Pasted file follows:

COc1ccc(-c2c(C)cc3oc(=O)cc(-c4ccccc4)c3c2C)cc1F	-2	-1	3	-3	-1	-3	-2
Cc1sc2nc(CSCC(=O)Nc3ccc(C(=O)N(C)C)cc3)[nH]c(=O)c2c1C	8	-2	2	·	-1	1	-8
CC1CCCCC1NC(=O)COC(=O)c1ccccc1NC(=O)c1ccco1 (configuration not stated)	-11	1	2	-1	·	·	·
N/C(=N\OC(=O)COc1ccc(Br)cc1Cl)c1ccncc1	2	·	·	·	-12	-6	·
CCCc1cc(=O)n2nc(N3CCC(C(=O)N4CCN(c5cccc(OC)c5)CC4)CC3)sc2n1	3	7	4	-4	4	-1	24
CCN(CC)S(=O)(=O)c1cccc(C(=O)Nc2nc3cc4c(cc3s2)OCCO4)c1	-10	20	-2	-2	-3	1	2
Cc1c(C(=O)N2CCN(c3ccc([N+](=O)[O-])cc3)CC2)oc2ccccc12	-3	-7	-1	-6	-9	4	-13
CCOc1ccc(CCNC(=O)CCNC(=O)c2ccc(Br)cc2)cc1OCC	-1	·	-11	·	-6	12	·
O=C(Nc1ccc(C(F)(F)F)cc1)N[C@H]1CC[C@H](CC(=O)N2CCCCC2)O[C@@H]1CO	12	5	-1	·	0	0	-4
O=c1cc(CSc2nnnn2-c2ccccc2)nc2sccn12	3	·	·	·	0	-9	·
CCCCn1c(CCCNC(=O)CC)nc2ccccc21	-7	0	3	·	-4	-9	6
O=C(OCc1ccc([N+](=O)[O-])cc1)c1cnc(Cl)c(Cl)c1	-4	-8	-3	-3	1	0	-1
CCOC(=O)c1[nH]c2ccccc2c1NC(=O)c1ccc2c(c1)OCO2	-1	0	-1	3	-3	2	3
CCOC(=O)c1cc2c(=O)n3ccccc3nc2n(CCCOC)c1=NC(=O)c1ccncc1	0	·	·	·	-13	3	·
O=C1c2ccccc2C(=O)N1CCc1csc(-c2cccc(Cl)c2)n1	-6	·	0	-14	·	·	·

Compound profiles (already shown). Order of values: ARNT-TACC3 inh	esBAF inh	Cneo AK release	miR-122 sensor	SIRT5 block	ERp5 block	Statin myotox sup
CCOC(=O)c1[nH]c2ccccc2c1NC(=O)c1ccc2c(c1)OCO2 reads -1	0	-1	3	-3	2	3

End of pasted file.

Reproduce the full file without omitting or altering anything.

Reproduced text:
COc1ccc(-c2c(C)cc3oc(=O)cc(-c4ccccc4)c3c2C)cc1F	-2	-1	3	-3	-1	-3	-2
Cc1sc2nc(CSCC(=O)Nc3ccc(C(=O)N(C)C)cc3)[nH]c(=O)c2c1C	8	-2	2	·	-1	1	-8
CC1CCCCC1NC(=O)COC(=O)c1ccccc1NC(=O)c1ccco1 (configuration not stated)	-11	1	2	-1	·	·	·
N/C(=N\OC(=O)COc1ccc(Br)cc1Cl)c1ccncc1	2	·	·	·	-12	-6	·
CCCc1cc(=O)n2nc(N3CCC(C(=O)N4CCN(c5cccc(OC)c5)CC4)CC3)sc2n1	3	7	4	-4	4	-1	24
CCN(CC)S(=O)(=O)c1cccc(C(=O)Nc2nc3cc4c(cc3s2)OCCO4)c1	-10	20	-2	-2	-3	1	2
Cc1c(C(=O)N2CCN(c3ccc([N+](=O)[O-])cc3)CC2)oc2ccccc12	-3	-7	-1	-6	-9	4	-13
CCOc1ccc(CCNC(=O)CCNC(=O)c2ccc(Br)cc2)cc1OCC	-1	·	-11	·	-6	12	·
O=C(Nc1ccc(C(F)(F)F)cc1)N[C@H]1CC[C@H](CC(=O)N2CCCCC2)O[C@@H]1CO	12	5	-1	·	0	0	-4
O=c1cc(CSc2nnnn2-c2ccccc2)nc2sccn12	3	·	·	·	0	-9	·
CCCCn1c(CCCNC(=O)CC)nc2ccccc21	-7	0	3	·	-4	-9	6
O=C(OCc1ccc([N+](=O)[O-])cc1)c1cnc(Cl)c(Cl)c1	-4	-8	-3	-3	1	0	-1
CCOC(=O)c1[nH]c2ccccc2c1NC(=O)c1ccc2c(c1)OCO2	-1	0	-1	3	-3	2	3
CCOC(=O)c1cc2c(=O)n3ccccc3nc2n(CCCOC)c1=NC(=O)c1ccncc1	0	·	·	·	-13	3	·
O=C1c2ccccc2C(=O)N1CCc1csc(-c2cccc(Cl)c2)n1	-6	·	0	-14	·	·	·

Compound profiles (already shown). Order of values: ARNT-TACC3 inh	esBAF inh	Cneo AK release	miR-122 sensor	SIRT5 block	ERp5 block	Statin myotox sup
CCOC(=O)c1[nH]c2ccccc2c1NC(=O)c1ccc2c(c1)OCO2 reads -1	0	-1	3	-3	2	3